Trump, on the other hand, has been an active impediment to anti-COVID measures by spouting false information about drugs and (lest we forget) bleach, by refusing to wear a mask in public and by interfering with state efforts to obtain medical equipment and supplies.
Also unlike 1918, the media are reporting plenty of uncensored, reliable information. The problem today isn’t censorship; rather, it’s a parallel universe of right-wing media more dedicated to advancing Trump’s political prospects than to the truth.
Now we are in the midst of our darkest period in many years, as we deal not just with COVID and economic calamity but with the Black Lives Matter protest movement, a long-overdue response to racism following the police killing in Minneapolis of George Floyd, and of the deaths of numerous other Black men and women at the hands of police and racist vigilantes. As others have observed, we are simultaneously reliving the pandemic of 1918, the depression of the 1930s and the turmoil of 1968. A better, more just country may come out of this, but that doesn’t make the moment any easier to process.
One aspect of Barry’s book struck me as both unlike and yet resonant with the present crisis. At root, Barry tells a medical detective story, going into great detail about the lives of a small handful of scientists who attempted to find a vaccine and a cure for the flu. Modern medicine was in its infancy then. When a treatment for diphtheria was developed in 1891, it was the first time in history that any disease had been cured. A quarter-century later, the number of eminent scientists called to work on the 1918 influenza outbreak could be counted on two hands.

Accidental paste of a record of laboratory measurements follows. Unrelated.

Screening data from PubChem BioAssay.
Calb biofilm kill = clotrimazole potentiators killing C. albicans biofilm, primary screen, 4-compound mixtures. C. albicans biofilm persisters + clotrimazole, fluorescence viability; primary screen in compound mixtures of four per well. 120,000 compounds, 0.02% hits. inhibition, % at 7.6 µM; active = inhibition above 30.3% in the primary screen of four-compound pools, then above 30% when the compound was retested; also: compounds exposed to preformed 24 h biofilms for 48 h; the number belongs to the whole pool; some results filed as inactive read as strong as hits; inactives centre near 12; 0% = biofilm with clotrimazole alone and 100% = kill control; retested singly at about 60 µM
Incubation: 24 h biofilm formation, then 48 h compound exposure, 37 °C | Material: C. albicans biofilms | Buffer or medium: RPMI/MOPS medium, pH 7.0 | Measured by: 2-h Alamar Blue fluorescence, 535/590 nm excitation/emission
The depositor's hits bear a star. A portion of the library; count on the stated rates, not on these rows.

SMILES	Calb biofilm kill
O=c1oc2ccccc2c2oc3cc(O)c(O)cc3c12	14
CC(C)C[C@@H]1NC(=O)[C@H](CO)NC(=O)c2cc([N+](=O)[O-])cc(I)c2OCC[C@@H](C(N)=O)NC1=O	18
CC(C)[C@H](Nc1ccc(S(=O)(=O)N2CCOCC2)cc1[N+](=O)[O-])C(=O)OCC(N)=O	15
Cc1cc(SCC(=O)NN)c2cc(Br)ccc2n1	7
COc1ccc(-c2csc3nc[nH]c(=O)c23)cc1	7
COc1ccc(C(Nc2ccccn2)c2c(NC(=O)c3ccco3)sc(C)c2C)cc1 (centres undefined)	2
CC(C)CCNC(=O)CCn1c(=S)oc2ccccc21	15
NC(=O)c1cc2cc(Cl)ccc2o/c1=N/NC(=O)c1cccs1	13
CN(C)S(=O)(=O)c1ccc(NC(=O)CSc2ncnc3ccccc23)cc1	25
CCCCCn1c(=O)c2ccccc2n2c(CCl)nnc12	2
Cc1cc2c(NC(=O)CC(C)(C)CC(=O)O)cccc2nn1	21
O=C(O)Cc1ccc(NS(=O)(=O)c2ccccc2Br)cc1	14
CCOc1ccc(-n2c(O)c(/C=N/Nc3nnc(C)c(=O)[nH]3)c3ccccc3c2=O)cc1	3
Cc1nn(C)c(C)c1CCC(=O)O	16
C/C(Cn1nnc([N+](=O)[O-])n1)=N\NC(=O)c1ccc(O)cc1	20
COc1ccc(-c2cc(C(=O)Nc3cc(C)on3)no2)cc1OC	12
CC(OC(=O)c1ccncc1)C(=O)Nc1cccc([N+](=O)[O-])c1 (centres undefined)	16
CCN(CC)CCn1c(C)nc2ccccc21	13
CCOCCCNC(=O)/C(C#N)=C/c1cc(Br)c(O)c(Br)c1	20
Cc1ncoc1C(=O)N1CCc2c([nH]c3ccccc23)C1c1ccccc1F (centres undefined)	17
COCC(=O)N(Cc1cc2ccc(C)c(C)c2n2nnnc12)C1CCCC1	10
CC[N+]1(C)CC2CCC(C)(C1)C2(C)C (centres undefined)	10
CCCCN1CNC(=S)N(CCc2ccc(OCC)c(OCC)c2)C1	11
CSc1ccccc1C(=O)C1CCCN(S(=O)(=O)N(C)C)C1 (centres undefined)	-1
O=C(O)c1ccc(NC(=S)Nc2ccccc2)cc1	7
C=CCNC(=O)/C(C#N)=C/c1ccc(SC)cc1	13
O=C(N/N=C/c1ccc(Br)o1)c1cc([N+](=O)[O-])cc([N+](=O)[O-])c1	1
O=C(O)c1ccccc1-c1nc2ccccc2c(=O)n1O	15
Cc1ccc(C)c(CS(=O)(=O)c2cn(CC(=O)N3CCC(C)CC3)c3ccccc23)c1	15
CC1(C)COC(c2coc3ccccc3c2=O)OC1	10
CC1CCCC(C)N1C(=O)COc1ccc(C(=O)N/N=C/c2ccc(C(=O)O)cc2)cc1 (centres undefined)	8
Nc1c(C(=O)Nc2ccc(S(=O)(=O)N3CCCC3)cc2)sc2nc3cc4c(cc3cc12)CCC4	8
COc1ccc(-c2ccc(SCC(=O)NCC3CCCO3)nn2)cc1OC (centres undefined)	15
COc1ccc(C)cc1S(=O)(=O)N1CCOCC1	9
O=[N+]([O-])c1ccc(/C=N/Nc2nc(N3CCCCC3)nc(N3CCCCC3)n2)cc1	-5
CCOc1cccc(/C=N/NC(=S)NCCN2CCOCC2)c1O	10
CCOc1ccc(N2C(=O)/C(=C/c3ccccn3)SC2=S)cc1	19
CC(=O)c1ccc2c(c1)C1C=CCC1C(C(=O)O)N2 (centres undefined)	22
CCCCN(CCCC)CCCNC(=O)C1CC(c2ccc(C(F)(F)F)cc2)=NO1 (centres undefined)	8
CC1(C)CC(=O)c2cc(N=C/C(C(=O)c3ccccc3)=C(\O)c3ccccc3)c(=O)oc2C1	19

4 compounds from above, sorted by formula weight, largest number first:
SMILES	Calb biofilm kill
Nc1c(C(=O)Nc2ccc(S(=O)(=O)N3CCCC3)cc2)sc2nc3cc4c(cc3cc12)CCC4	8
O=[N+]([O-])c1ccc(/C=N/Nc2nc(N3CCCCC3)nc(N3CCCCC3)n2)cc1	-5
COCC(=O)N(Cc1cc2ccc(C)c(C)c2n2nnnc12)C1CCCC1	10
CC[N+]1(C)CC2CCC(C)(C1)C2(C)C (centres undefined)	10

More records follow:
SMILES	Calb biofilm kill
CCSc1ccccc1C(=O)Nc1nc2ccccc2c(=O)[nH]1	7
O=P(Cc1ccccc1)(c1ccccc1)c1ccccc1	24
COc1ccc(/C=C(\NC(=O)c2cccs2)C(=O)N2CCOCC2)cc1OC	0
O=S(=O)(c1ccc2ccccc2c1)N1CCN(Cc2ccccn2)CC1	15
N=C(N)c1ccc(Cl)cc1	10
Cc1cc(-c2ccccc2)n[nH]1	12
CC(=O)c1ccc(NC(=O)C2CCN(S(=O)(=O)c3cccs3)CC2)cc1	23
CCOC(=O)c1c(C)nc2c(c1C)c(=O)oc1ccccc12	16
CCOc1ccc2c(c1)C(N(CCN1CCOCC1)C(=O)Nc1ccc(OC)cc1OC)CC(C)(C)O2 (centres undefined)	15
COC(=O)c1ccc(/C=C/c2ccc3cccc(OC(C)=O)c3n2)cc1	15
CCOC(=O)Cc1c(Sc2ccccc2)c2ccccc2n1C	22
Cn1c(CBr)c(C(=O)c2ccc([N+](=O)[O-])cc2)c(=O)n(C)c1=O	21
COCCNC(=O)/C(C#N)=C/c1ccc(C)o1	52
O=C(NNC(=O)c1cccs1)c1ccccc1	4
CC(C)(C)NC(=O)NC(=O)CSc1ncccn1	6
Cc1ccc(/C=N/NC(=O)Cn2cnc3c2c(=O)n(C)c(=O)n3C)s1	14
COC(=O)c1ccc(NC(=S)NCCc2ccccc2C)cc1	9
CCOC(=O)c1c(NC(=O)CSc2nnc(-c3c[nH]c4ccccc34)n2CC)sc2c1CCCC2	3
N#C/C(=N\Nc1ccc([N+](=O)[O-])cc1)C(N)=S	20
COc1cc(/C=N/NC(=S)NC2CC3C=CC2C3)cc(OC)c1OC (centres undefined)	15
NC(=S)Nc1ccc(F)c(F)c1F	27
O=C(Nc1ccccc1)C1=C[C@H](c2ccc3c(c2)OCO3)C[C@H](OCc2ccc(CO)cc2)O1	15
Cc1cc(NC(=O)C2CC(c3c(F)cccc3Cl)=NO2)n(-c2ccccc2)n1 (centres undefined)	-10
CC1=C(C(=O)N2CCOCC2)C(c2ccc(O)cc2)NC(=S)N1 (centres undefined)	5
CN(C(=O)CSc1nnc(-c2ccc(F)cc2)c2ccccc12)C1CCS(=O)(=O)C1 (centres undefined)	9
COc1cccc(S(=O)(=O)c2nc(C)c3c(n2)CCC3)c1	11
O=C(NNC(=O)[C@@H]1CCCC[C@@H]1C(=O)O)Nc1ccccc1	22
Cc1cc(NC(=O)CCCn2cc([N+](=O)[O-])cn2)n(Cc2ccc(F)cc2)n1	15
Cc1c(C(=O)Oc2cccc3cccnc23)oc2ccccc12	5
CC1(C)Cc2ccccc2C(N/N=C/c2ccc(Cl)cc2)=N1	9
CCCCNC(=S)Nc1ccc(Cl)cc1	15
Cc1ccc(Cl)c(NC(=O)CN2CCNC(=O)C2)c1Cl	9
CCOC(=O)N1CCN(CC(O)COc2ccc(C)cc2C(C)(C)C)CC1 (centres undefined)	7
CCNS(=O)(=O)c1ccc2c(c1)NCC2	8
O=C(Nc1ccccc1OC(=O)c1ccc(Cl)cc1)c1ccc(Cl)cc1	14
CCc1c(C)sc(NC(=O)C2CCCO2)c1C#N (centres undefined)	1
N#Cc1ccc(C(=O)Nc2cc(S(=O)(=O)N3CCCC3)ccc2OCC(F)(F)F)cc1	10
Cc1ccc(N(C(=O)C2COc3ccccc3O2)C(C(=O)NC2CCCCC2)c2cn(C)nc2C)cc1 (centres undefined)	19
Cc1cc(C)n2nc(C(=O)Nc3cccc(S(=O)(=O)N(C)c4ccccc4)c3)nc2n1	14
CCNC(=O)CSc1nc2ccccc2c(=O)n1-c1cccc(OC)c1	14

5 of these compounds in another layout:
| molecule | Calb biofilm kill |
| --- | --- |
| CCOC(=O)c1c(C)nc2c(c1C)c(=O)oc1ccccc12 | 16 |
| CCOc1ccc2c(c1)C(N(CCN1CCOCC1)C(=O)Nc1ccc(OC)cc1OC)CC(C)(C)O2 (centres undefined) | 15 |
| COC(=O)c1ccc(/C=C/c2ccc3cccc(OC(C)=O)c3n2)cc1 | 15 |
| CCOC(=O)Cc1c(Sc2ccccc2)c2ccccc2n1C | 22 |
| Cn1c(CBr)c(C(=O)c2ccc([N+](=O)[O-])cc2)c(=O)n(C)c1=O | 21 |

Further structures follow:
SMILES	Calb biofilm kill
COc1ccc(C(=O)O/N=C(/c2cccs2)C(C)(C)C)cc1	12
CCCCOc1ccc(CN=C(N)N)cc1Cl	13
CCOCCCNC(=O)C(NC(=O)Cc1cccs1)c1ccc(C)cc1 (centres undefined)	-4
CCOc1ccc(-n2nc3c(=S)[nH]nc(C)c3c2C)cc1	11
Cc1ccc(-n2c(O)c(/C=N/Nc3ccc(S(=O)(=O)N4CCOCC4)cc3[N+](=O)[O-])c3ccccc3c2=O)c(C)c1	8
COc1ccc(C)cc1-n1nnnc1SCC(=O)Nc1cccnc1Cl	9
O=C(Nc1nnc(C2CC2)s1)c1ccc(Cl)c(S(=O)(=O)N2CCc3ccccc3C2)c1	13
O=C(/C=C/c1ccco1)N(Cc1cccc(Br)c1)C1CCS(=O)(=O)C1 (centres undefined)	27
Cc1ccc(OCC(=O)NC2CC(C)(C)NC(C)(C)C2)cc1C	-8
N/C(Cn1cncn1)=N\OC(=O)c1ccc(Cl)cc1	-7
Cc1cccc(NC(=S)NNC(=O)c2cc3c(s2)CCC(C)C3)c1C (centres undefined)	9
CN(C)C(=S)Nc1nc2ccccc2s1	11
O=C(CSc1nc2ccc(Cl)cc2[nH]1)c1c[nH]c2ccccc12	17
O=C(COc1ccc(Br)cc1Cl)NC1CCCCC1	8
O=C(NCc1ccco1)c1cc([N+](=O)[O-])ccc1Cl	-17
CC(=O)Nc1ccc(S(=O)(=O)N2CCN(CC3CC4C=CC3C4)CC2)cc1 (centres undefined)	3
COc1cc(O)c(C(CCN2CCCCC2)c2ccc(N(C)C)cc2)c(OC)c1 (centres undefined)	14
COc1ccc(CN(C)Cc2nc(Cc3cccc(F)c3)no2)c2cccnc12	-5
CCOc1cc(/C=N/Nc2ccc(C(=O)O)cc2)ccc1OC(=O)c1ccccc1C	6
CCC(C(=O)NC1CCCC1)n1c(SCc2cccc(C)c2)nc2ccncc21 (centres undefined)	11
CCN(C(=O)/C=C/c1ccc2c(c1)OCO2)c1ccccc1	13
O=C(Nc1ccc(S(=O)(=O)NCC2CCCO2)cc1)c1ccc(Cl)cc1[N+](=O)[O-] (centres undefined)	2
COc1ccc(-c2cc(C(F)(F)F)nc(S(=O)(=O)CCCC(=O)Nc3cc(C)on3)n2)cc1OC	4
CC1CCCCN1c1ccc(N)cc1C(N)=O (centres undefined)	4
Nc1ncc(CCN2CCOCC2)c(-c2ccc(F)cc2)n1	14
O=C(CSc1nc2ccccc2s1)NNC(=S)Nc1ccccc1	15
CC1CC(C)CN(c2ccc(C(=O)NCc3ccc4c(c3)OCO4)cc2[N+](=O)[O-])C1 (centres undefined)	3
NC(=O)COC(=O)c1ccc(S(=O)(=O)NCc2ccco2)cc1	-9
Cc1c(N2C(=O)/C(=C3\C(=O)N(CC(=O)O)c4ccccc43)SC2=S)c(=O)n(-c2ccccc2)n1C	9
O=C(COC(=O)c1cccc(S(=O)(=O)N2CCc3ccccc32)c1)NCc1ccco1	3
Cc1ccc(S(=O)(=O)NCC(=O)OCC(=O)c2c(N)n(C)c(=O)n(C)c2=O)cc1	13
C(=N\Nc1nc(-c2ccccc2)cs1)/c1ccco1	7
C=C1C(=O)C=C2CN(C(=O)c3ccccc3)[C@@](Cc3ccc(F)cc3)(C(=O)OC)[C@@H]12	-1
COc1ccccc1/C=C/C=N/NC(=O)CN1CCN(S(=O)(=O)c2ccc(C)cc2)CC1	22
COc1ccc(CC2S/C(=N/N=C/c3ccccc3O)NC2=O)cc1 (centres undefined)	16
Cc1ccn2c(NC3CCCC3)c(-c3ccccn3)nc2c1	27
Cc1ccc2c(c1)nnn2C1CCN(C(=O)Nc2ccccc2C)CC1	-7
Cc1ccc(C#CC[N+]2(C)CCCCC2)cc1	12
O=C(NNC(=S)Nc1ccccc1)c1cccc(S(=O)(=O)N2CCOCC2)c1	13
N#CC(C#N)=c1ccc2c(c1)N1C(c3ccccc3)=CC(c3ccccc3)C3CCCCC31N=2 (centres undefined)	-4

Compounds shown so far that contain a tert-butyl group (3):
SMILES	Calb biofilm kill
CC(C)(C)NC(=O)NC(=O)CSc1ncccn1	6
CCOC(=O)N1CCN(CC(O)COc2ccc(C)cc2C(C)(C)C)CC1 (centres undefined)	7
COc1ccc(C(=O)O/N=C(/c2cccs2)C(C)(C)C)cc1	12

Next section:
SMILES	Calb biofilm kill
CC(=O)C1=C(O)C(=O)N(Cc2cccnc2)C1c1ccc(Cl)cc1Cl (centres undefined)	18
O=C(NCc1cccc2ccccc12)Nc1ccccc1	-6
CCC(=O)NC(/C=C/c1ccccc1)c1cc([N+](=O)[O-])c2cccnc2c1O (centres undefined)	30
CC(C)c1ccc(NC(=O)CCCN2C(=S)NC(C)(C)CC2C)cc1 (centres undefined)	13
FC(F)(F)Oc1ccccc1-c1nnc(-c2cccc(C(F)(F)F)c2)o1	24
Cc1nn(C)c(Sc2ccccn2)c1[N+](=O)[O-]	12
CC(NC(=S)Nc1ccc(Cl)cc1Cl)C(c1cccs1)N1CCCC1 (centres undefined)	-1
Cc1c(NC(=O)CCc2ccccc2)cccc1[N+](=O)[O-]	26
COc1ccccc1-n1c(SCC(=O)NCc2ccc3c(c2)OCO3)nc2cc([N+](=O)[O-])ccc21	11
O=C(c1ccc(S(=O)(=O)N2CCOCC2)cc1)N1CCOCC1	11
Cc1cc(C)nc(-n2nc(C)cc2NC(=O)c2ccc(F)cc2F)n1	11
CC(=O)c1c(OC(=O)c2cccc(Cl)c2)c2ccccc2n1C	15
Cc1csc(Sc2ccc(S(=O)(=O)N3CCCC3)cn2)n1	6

And they failed.
Today we know so much more — yet our experts have been groping for answers, too, changing their guidance on face masks and warning us that they may fall short in their frantic search for a vaccine and/or a cure.
Barry quotes one of the 1918 researchers, Victor Vaughan, as saying in disgust: “Doctors know no more about this flu than 14th-century Florentine doctors had known about the Black Death.”
It’s a lesson in humility and patience that we should keep in mind. After all, the flu pandemic eventually burned out of its own accord. COVID will, too. But coming up with solutions to racism, police brutality and economic injustice, the other unfinished business of 2020, is going to be up to all of us.